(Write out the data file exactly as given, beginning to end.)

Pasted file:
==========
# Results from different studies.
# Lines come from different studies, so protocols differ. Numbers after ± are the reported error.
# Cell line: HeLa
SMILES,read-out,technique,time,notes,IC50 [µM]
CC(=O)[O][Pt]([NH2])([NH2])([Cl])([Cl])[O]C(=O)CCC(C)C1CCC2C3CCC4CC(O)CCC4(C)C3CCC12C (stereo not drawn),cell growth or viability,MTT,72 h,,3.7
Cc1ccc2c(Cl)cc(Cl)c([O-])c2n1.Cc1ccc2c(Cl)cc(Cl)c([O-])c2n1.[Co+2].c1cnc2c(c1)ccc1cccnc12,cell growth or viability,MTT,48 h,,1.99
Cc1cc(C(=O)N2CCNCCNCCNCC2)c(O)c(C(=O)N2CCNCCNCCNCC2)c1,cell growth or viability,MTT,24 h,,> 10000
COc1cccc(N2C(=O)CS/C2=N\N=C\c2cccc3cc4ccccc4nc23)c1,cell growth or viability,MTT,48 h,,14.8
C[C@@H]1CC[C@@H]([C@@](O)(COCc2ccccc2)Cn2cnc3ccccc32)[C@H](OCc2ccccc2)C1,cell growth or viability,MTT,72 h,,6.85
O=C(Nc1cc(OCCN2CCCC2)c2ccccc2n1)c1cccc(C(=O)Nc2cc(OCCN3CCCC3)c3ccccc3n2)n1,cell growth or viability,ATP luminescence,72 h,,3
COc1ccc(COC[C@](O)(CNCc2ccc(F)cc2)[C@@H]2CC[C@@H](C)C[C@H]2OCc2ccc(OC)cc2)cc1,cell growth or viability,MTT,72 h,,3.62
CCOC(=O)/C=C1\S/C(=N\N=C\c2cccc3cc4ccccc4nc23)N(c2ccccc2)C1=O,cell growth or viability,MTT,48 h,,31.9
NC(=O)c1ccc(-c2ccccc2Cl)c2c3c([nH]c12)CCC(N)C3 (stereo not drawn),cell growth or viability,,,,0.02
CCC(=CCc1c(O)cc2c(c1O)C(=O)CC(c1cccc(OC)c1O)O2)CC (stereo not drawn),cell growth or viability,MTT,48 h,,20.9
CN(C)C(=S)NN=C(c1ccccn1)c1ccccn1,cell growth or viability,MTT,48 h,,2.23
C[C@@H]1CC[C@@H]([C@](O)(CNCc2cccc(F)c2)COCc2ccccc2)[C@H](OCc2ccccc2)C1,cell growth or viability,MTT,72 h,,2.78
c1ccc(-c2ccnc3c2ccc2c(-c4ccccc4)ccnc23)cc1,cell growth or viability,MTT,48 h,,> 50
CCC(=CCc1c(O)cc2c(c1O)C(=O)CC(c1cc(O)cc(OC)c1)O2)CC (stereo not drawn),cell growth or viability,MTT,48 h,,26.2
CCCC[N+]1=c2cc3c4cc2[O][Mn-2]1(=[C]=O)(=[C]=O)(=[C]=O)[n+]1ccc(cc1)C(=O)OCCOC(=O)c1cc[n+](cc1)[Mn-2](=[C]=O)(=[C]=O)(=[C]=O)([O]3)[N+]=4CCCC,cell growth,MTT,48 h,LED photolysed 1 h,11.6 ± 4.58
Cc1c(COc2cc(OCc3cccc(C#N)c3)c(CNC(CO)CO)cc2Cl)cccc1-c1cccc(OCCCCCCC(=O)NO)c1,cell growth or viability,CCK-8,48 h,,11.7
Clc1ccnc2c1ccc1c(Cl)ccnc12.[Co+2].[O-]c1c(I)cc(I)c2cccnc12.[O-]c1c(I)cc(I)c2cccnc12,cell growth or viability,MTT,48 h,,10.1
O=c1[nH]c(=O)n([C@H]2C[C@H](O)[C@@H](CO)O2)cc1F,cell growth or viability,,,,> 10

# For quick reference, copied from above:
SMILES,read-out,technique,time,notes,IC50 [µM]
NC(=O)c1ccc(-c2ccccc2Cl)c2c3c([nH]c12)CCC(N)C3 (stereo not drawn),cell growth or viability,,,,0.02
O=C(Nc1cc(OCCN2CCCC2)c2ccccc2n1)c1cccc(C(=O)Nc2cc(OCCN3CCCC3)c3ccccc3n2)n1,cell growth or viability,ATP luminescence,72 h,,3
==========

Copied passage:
# Results from different studies.
# Lines come from different studies, so protocols differ. Numbers after ± are the reported error.
# Cell line: HeLa
SMILES,read-out,technique,time,notes,IC50 [µM]
CC(=O)[O][Pt]([NH2])([NH2])([Cl])([Cl])[O]C(=O)CCC(C)C1CCC2C3CCC4CC(O)CCC4(C)C3CCC12C (stereo not drawn),cell growth or viability,MTT,72 h,,3.7
Cc1ccc2c(Cl)cc(Cl)c([O-])c2n1.Cc1ccc2c(Cl)cc(Cl)c([O-])c2n1.[Co+2].c1cnc2c(c1)ccc1cccnc12,cell growth or viability,MTT,48 h,,1.99
Cc1cc(C(=O)N2CCNCCNCCNCC2)c(O)c(C(=O)N2CCNCCNCCNCC2)c1,cell growth or viability,MTT,24 h,,> 10000
COc1cccc(N2C(=O)CS/C2=N\N=C\c2cccc3cc4ccccc4nc23)c1,cell growth or viability,MTT,48 h,,14.8
C[C@@H]1CC[C@@H]([C@@](O)(COCc2ccccc2)Cn2cnc3ccccc32)[C@H](OCc2ccccc2)C1,cell growth or viability,MTT,72 h,,6.85
O=C(Nc1cc(OCCN2CCCC2)c2ccccc2n1)c1cccc(C(=O)Nc2cc(OCCN3CCCC3)c3ccccc3n2)n1,cell growth or viability,ATP luminescence,72 h,,3
COc1ccc(COC[C@](O)(CNCc2ccc(F)cc2)[C@@H]2CC[C@@H](C)C[C@H]2OCc2ccc(OC)cc2)cc1,cell growth or viability,MTT,72 h,,3.62
CCOC(=O)/C=C1\S/C(=N\N=C\c2cccc3cc4ccccc4nc23)N(c2ccccc2)C1=O,cell growth or viability,MTT,48 h,,31.9
NC(=O)c1ccc(-c2ccccc2Cl)c2c3c([nH]c12)CCC(N)C3 (stereo not drawn),cell growth or viability,,,,0.02
CCC(=CCc1c(O)cc2c(c1O)C(=O)CC(c1cccc(OC)c1O)O2)CC (stereo not drawn),cell growth or viability,MTT,48 h,,20.9
CN(C)C(=S)NN=C(c1ccccn1)c1ccccn1,cell growth or viability,MTT,48 h,,2.23
C[C@@H]1CC[C@@H]([C@](O)(CNCc2cccc(F)c2)COCc2ccccc2)[C@H](OCc2ccccc2)C1,cell growth or viability,MTT,72 h,,2.78
c1ccc(-c2ccnc3c2ccc2c(-c4ccccc4)ccnc23)cc1,cell growth or viability,MTT,48 h,,> 50
CCC(=CCc1c(O)cc2c(c1O)C(=O)CC(c1cc(O)cc(OC)c1)O2)CC (stereo not drawn),cell growth or viability,MTT,48 h,,26.2
CCCC[N+]1=c2cc3c4cc2[O][Mn-2]1(=[C]=O)(=[C]=O)(=[C]=O)[n+]1ccc(cc1)C(=O)OCCOC(=O)c1cc[n+](cc1)[Mn-2](=[C]=O)(=[C]=O)(=[C]=O)([O]3)[N+]=4CCCC,cell growth,MTT,48 h,LED photolysed 1 h,11.6 ± 4.58
Cc1c(COc2cc(OCc3cccc(C#N)c3)c(CNC(CO)CO)cc2Cl)cccc1-c1cccc(OCCCCCCC(=O)NO)c1,cell growth or viability,CCK-8,48 h,,11.7
Clc1ccnc2c1ccc1c(Cl)ccnc12.[Co+2].[O-]c1c(I)cc(I)c2cccnc12.[O-]c1c(I)cc(I)c2cccnc12,cell growth or viability,MTT,48 h,,10.1
O=c1[nH]c(=O)n([C@H]2C[C@H](O)[C@@H](CO)O2)cc1F,cell growth or viability,,,,> 10

# For quick reference, copied from above:
SMILES,read-out,technique,time,notes,IC50 [µM]
NC(=O)c1ccc(-c2ccccc2Cl)c2c3c([nH]c12)CCC(N)C3 (stereo not drawn),cell growth or viability,,,,0.02
O=C(Nc1cc(OCCN2CCCC2)c2ccccc2n1)c1cccc(C(=O)Nc2cc(OCCN3CCCC3)c3ccccc3n2)n1,cell growth or viability,ATP luminescence,72 h,,3